Purchasing used farm equipment isn't all that different from buying a used car; you need to find a fair deal, perform a thorough inspection so you know exactly what you're getting, and arrange for financing. With this in mind, we've assembled a short list of tips to consider at each step of the process.
Sometimes where you shop for used farm equipment is as important as the price and condition of the equipment itself.
As with anything, be wary of any private sales that sound too good to be true. Your best bets are purchasing machinery from another farmer who you know and trust, or from a reputable local dealer.
Should you discover any hidden mechanical issues with your machinery or if your equipment takes a turn for the worse, you'll be a lot better served if the seller is somebody who is known in the community as a straight shooter and has a reputation to maintain.
If something goes wrong, a dealership with a long-standing record of providing good customer service is also far more likely to rectify the issue than some stranger you met online whose farm is in the United States or two provinces over from you.
Another benefit to buying used farm equipment locally, directly from the seller or a dealer, is that they're likely to know the item for sale intimately and be able to answer any questions you may have. It can be frustrating, not to mention risky, to come up against a seller who isn't familiar with the machinery they're selling or has no plan to follow up or provide continued service for it.
Always pay close attention to online reviews of others who've purchased gear from any specific dealer; the more positive reviews they have, the more likely you'll be to find a fair deal on a quality piece of equipment.
Farm auctions are popular venues to acquire used equipment, but remember, every other person there is looking for the same bargains you're chasing, and they may have a lot more money to throw around than you. Consequently, it can prove difficult to get a great deal at a farm auction.
Some savvy farmers recommend searching for suitable equipment at alternative auctions, such as consignments, dealer auctions and online auctions. While you won't likely have the opportunity to grill the previous owner about the machinery before committing to purchase, you're far more likely to get a better deal than you would at a farm auction.
That said, regardless of the trustworthiness of a seller, you will absolutely need to conduct a thorough inspection of any machinery you're considering for purchase. We'll get to that in a moment.
Knowing exactly what you're looking for is only going to help you save time and ultimately net you a better deal. Research what similar assets are selling for and the market value of the various machines you're interested in over the course of a few months so you don't wind up paying more for the asset than it's truly worth. Check out the asking prices for the equipment and compare that to the prices these items have been going for at recent auctions.
Don't let yourself be married to a specific brand. Consider how much use you're expecting to put on the equipment: if it's not something you plan to be using all the time, buying a cheaper competitive brand could save you a lot of money -- especially if dealer support comes along with it.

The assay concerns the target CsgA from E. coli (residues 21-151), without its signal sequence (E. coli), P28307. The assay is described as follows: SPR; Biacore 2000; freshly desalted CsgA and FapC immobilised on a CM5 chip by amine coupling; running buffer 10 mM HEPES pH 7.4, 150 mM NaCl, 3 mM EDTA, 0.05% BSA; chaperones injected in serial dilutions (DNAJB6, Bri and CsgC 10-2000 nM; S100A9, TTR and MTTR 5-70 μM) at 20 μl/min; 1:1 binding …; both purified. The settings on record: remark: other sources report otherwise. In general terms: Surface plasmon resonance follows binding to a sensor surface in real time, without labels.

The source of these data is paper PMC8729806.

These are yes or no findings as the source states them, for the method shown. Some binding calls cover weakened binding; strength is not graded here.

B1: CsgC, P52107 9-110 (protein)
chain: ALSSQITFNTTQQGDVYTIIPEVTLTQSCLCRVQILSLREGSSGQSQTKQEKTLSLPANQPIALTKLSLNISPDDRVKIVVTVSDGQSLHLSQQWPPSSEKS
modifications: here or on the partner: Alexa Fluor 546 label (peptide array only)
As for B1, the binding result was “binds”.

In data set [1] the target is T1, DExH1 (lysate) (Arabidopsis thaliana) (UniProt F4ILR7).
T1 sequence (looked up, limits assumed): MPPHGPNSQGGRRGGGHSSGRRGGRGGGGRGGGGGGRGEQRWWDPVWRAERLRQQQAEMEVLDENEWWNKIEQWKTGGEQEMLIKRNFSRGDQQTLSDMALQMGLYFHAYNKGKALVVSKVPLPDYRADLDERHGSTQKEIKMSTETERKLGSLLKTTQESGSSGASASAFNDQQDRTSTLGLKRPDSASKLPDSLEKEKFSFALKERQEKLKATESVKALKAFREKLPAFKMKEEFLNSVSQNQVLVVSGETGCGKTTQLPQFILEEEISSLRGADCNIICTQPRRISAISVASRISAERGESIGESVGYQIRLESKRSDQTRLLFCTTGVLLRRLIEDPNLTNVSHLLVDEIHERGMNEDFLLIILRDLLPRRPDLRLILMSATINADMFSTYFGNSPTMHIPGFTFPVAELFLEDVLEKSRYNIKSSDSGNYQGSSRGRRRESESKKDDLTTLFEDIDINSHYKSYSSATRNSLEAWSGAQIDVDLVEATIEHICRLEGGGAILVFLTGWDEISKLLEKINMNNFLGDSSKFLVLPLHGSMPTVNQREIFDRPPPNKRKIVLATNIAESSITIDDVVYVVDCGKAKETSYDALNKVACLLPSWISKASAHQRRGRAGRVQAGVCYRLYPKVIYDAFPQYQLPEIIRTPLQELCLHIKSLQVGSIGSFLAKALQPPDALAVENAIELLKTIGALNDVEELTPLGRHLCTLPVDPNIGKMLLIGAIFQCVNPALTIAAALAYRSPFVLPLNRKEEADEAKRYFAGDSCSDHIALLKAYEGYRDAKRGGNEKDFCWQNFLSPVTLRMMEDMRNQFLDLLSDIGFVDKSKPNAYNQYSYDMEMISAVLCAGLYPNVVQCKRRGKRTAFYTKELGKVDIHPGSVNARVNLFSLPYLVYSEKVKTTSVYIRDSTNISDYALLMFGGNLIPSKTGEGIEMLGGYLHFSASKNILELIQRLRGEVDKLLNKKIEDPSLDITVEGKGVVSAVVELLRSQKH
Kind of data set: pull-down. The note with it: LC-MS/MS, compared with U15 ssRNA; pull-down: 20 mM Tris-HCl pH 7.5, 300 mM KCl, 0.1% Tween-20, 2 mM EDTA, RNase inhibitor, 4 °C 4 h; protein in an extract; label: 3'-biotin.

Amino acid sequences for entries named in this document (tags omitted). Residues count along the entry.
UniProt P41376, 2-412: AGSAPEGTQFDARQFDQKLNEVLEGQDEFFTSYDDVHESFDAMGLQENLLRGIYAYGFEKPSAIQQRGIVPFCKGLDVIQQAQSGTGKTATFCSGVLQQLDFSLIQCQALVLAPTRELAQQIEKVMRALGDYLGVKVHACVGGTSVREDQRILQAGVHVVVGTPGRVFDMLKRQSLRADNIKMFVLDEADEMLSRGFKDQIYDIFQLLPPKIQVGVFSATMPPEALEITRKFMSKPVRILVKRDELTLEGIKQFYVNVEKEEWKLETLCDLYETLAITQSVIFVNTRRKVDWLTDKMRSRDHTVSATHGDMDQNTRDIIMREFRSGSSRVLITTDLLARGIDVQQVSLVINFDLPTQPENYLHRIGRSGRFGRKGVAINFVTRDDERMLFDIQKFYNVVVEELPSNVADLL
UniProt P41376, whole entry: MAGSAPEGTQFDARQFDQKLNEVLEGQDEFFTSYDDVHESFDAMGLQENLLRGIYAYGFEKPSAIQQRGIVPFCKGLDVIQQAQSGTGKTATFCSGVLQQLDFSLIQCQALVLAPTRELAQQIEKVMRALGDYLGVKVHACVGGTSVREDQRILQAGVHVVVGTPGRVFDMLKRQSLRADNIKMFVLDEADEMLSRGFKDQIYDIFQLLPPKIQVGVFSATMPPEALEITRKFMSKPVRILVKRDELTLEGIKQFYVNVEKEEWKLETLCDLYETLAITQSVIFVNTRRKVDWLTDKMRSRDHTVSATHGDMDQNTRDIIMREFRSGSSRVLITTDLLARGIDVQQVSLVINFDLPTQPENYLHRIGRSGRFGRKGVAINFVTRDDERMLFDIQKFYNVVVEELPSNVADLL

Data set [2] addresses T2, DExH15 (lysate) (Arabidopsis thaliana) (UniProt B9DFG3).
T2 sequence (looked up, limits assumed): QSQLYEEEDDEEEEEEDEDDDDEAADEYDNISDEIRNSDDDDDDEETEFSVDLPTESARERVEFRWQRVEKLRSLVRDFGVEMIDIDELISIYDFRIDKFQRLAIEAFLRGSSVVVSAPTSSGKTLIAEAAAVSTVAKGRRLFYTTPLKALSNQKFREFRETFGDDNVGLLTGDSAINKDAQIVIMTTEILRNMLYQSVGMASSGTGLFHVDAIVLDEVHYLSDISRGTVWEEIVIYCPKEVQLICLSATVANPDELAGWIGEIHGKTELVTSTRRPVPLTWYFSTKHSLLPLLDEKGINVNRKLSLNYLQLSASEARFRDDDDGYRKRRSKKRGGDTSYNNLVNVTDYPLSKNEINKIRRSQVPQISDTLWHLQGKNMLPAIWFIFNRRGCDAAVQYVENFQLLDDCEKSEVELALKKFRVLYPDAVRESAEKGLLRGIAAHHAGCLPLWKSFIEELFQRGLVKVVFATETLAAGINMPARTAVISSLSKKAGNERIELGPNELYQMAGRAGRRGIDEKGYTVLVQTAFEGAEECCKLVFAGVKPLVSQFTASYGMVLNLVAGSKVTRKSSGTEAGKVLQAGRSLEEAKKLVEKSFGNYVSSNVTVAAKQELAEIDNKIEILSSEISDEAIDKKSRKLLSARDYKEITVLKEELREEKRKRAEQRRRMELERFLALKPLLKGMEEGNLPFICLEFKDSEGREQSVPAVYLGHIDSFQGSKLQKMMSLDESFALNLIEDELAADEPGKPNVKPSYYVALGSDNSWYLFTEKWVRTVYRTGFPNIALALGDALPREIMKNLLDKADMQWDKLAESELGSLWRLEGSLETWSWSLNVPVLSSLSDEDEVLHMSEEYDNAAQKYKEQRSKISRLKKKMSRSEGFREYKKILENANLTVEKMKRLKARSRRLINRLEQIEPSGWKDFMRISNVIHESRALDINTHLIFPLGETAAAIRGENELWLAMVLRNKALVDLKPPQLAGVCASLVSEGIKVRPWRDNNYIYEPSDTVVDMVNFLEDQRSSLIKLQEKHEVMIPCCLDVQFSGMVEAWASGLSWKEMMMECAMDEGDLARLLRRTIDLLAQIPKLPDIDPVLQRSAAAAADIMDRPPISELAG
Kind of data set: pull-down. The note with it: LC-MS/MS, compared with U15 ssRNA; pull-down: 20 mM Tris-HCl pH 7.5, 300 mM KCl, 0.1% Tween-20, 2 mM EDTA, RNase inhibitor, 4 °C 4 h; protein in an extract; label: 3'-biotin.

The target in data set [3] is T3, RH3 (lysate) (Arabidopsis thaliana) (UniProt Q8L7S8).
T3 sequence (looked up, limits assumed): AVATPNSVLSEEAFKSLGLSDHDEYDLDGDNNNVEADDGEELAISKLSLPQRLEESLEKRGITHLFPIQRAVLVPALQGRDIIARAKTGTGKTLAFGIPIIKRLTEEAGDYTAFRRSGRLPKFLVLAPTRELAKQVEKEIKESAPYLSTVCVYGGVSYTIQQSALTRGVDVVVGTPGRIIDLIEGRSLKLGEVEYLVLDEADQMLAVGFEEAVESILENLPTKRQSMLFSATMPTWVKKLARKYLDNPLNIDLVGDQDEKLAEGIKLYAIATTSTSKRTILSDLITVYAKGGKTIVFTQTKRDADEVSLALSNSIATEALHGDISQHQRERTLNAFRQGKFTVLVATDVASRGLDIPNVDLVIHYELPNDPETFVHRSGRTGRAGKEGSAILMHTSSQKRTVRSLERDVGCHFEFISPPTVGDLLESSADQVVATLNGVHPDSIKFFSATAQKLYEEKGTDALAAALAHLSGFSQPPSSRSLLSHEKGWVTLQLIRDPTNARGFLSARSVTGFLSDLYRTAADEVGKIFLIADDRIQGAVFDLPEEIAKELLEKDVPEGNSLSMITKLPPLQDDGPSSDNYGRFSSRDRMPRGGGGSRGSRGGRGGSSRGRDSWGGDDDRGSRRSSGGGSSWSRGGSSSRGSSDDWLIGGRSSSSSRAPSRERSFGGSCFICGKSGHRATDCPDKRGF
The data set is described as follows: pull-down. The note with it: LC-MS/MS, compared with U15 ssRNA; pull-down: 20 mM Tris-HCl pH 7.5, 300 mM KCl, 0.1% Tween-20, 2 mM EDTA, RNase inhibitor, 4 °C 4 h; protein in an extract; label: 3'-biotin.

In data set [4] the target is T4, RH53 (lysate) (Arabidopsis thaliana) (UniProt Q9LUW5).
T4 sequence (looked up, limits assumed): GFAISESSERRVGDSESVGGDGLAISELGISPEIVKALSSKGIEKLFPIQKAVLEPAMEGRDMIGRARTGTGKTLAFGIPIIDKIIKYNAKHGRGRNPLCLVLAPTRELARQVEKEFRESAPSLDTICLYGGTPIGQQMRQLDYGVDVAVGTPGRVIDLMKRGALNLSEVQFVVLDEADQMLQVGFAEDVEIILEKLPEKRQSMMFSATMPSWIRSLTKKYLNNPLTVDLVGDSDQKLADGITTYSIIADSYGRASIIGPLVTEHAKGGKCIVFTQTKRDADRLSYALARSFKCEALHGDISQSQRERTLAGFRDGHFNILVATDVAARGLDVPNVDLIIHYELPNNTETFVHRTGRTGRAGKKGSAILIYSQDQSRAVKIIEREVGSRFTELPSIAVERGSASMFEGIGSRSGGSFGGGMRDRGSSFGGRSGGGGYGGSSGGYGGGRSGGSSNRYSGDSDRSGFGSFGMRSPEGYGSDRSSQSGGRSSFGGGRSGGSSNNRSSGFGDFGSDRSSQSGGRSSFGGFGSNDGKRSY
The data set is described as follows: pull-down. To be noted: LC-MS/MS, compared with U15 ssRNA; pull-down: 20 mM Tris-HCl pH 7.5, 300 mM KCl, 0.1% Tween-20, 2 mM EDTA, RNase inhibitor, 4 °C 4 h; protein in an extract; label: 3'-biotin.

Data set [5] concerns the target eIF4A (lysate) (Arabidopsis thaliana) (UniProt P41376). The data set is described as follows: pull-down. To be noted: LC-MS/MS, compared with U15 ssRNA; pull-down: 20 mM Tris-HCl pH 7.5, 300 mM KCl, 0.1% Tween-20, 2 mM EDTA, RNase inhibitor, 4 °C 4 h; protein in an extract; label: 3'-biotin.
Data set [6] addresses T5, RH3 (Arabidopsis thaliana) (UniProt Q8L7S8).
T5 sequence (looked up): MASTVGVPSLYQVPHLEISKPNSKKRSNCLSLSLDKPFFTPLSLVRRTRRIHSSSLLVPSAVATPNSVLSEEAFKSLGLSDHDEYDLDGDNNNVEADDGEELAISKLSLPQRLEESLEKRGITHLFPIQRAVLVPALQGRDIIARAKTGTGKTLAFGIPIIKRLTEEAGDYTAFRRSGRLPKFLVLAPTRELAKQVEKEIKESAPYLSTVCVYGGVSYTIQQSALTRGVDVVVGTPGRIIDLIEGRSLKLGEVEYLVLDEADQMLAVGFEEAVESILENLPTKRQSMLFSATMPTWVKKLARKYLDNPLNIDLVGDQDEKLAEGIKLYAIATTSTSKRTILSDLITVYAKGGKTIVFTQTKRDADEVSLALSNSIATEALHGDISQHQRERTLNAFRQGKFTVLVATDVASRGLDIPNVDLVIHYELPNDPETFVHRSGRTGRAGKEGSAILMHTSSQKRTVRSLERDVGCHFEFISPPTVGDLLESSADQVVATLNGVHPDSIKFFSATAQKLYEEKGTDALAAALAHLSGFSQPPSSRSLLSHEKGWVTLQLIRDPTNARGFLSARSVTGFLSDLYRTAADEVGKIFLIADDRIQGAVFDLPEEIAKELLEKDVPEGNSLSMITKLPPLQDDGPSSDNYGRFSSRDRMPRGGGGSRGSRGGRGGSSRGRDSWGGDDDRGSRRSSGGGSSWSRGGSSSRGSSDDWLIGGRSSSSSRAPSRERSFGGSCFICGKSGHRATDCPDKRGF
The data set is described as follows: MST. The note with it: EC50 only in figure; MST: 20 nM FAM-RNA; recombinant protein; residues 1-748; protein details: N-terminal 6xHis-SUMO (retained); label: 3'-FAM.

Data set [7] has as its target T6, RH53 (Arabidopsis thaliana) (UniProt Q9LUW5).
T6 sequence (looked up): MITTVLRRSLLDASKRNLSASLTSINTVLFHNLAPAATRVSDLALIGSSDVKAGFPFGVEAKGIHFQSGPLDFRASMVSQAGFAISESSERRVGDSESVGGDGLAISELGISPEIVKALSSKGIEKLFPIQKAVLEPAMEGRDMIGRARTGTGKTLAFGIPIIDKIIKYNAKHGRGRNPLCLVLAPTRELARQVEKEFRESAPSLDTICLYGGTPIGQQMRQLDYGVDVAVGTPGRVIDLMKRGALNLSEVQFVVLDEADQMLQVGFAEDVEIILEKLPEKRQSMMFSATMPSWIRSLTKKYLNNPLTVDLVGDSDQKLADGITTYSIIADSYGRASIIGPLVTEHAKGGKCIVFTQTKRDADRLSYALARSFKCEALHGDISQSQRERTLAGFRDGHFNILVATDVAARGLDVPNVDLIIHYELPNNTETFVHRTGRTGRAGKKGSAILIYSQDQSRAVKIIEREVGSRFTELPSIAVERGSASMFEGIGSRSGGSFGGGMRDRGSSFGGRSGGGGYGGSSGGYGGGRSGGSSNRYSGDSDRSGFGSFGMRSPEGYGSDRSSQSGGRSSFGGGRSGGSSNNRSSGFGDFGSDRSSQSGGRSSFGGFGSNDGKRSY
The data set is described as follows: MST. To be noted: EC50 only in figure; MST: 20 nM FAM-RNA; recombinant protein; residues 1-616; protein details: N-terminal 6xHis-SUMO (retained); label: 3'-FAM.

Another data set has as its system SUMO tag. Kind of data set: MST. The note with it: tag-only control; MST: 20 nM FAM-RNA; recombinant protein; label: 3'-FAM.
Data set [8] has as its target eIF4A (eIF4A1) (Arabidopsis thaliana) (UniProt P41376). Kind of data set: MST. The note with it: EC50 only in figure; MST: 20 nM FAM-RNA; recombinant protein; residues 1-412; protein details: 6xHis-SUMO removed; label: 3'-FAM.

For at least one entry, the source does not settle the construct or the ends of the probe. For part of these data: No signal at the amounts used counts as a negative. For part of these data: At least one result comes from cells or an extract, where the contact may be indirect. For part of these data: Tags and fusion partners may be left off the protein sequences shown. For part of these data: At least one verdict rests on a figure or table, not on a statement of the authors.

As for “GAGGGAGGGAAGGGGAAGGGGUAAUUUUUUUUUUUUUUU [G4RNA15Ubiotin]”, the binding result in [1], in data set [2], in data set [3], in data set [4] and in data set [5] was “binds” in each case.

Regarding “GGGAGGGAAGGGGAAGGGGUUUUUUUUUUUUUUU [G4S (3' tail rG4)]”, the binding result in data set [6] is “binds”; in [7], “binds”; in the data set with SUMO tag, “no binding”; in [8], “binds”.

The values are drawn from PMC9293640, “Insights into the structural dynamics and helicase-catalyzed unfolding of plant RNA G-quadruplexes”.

Once you've settled on the machinery you want to purchase, it's always wise to get the PIN or VIN of the asset and weigh the official documentation against what the dealer is telling you. If you're looking to have the equipment financed, most financing companies will also do a thorough background check on the item or items as a matter of course before agreeing to give you the loan.
Any reputable dealership will allow you to thoroughly inspect their inventory before committing to purchasing an item, as will any private seller, within reason, so long as they're confident the asset in question is everything they say it is.
If they won't let you go over it at length, take that as a signal to walk away from the sale, regardless of how attractive a deal it may seem.
There are many things to look for, depending on the piece of equipment you're purchasing. Read up on the specific machine and see what others have to say about its potential weaknesses, making sure to pay special attention to these areas.
For example, if you're looking to purchase something that's rideable like a tractor, pay attention to the driver's seat and check for wear. If the seller is telling you the machinery is next to new but the seat is well-worn, something may be a little fishy. Same thing if you find worn paint on places where feet and hands have been, like pedals, grab handles, gear shifts, etc.
If you're not already well versed in mechanics, bring a friend who is along with you or hire somebody to do a full inspection of the asset you're looking to buy.
Financing used equipment shouldn't be that much different than if you were purchasing it new. While securing funding from conventional lenders like the big chartered banks could be a little tricky, there are many alternate lending solutions at your disposal.
Most dealerships will have their own financing options available, or you could seek out an alternate lender. Alternate lenders are usually more flexible with their terms than the big banks. Some may also be more apt to work with people who have lower credit scores.
Other financing options include low interest government-backed loans designed specifically to encourage farm operations in Canada. The Canadian Agricultural Loans Act (CALA) is a federal loan guarantee program that covers 95% of any losses sustained should the borrower default on their loans. More information can be found here.